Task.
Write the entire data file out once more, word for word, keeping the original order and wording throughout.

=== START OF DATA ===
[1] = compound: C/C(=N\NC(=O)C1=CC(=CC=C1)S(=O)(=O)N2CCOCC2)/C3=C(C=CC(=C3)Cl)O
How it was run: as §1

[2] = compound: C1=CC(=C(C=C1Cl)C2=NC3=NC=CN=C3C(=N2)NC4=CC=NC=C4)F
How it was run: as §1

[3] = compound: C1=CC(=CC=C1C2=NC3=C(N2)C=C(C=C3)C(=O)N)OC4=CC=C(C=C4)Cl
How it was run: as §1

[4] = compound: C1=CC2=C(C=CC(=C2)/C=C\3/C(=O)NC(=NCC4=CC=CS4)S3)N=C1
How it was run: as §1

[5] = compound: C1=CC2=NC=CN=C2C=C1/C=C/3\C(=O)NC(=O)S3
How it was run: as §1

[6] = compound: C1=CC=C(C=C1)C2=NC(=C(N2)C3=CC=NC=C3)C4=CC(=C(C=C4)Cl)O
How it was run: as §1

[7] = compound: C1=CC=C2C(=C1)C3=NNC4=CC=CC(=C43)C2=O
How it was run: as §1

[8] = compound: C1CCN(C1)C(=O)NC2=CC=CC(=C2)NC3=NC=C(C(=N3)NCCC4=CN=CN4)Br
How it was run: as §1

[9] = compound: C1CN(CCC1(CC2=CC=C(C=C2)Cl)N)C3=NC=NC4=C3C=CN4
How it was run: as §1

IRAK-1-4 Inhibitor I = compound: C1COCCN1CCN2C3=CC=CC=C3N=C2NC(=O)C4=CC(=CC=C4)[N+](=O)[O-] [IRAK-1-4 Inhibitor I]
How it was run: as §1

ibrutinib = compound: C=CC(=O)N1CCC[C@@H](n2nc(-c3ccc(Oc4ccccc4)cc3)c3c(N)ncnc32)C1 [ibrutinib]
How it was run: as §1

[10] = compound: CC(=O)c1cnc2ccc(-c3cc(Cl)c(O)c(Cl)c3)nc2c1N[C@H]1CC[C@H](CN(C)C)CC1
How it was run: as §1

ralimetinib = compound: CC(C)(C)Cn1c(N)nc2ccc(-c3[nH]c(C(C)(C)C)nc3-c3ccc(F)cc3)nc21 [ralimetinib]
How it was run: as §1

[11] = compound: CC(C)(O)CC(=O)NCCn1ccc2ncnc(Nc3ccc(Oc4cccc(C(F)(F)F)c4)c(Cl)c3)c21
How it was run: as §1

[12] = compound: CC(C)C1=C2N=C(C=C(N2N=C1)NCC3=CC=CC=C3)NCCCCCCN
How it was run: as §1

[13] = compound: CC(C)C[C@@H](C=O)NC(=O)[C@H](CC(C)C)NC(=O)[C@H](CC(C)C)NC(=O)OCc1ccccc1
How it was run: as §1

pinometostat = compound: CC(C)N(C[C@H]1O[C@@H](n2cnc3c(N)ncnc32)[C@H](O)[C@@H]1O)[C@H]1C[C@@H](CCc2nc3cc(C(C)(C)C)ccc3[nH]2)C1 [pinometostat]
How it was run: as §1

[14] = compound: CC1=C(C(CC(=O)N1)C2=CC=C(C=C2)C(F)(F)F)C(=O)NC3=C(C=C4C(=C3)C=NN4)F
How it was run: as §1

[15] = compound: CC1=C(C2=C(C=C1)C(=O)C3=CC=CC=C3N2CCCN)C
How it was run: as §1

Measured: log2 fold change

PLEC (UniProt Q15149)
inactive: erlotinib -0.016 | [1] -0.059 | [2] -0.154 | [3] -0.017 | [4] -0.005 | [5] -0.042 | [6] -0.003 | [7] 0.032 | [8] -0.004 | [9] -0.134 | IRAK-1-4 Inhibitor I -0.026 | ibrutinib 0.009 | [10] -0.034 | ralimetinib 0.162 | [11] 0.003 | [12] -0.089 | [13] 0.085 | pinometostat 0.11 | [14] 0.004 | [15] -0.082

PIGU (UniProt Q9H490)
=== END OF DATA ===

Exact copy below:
[1] = compound: C/C(=N\NC(=O)C1=CC(=CC=C1)S(=O)(=O)N2CCOCC2)/C3=C(C=CC(=C3)Cl)O
How it was run: as §1

[2] = compound: C1=CC(=C(C=C1Cl)C2=NC3=NC=CN=C3C(=N2)NC4=CC=NC=C4)F
How it was run: as §1

[3] = compound: C1=CC(=CC=C1C2=NC3=C(N2)C=C(C=C3)C(=O)N)OC4=CC=C(C=C4)Cl
How it was run: as §1

[4] = compound: C1=CC2=C(C=CC(=C2)/C=C\3/C(=O)NC(=NCC4=CC=CS4)S3)N=C1
How it was run: as §1

[5] = compound: C1=CC2=NC=CN=C2C=C1/C=C/3\C(=O)NC(=O)S3
How it was run: as §1

[6] = compound: C1=CC=C(C=C1)C2=NC(=C(N2)C3=CC=NC=C3)C4=CC(=C(C=C4)Cl)O
How it was run: as §1

[7] = compound: C1=CC=C2C(=C1)C3=NNC4=CC=CC(=C43)C2=O
How it was run: as §1

[8] = compound: C1CCN(C1)C(=O)NC2=CC=CC(=C2)NC3=NC=C(C(=N3)NCCC4=CN=CN4)Br
How it was run: as §1

[9] = compound: C1CN(CCC1(CC2=CC=C(C=C2)Cl)N)C3=NC=NC4=C3C=CN4
How it was run: as §1

IRAK-1-4 Inhibitor I = compound: C1COCCN1CCN2C3=CC=CC=C3N=C2NC(=O)C4=CC(=CC=C4)[N+](=O)[O-] [IRAK-1-4 Inhibitor I]
How it was run: as §1

ibrutinib = compound: C=CC(=O)N1CCC[C@@H](n2nc(-c3ccc(Oc4ccccc4)cc3)c3c(N)ncnc32)C1 [ibrutinib]
How it was run: as §1

[10] = compound: CC(=O)c1cnc2ccc(-c3cc(Cl)c(O)c(Cl)c3)nc2c1N[C@H]1CC[C@H](CN(C)C)CC1
How it was run: as §1

ralimetinib = compound: CC(C)(C)Cn1c(N)nc2ccc(-c3[nH]c(C(C)(C)C)nc3-c3ccc(F)cc3)nc21 [ralimetinib]
How it was run: as §1

[11] = compound: CC(C)(O)CC(=O)NCCn1ccc2ncnc(Nc3ccc(Oc4cccc(C(F)(F)F)c4)c(Cl)c3)c21
How it was run: as §1

[12] = compound: CC(C)C1=C2N=C(C=C(N2N=C1)NCC3=CC=CC=C3)NCCCCCCN
How it was run: as §1

[13] = compound: CC(C)C[C@@H](C=O)NC(=O)[C@H](CC(C)C)NC(=O)[C@H](CC(C)C)NC(=O)OCc1ccccc1
How it was run: as §1

pinometostat = compound: CC(C)N(C[C@H]1O[C@@H](n2cnc3c(N)ncnc32)[C@H](O)[C@@H]1O)[C@H]1C[C@@H](CCc2nc3cc(C(C)(C)C)ccc3[nH]2)C1 [pinometostat]
How it was run: as §1

[14] = compound: CC1=C(C(CC(=O)N1)C2=CC=C(C=C2)C(F)(F)F)C(=O)NC3=C(C=C4C(=C3)C=NN4)F
How it was run: as §1

[15] = compound: CC1=C(C2=C(C=C1)C(=O)C3=CC=CC=C3N2CCCN)C
How it was run: as §1

Measured: log2 fold change

PLEC (UniProt Q15149)
inactive: erlotinib -0.016 | [1] -0.059 | [2] -0.154 | [3] -0.017 | [4] -0.005 | [5] -0.042 | [6] -0.003 | [7] 0.032 | [8] -0.004 | [9] -0.134 | IRAK-1-4 Inhibitor I -0.026 | ibrutinib 0.009 | [10] -0.034 | ralimetinib 0.162 | [11] 0.003 | [12] -0.089 | [13] 0.085 | pinometostat 0.11 | [14] 0.004 | [15] -0.082

PIGU (UniProt Q9H490)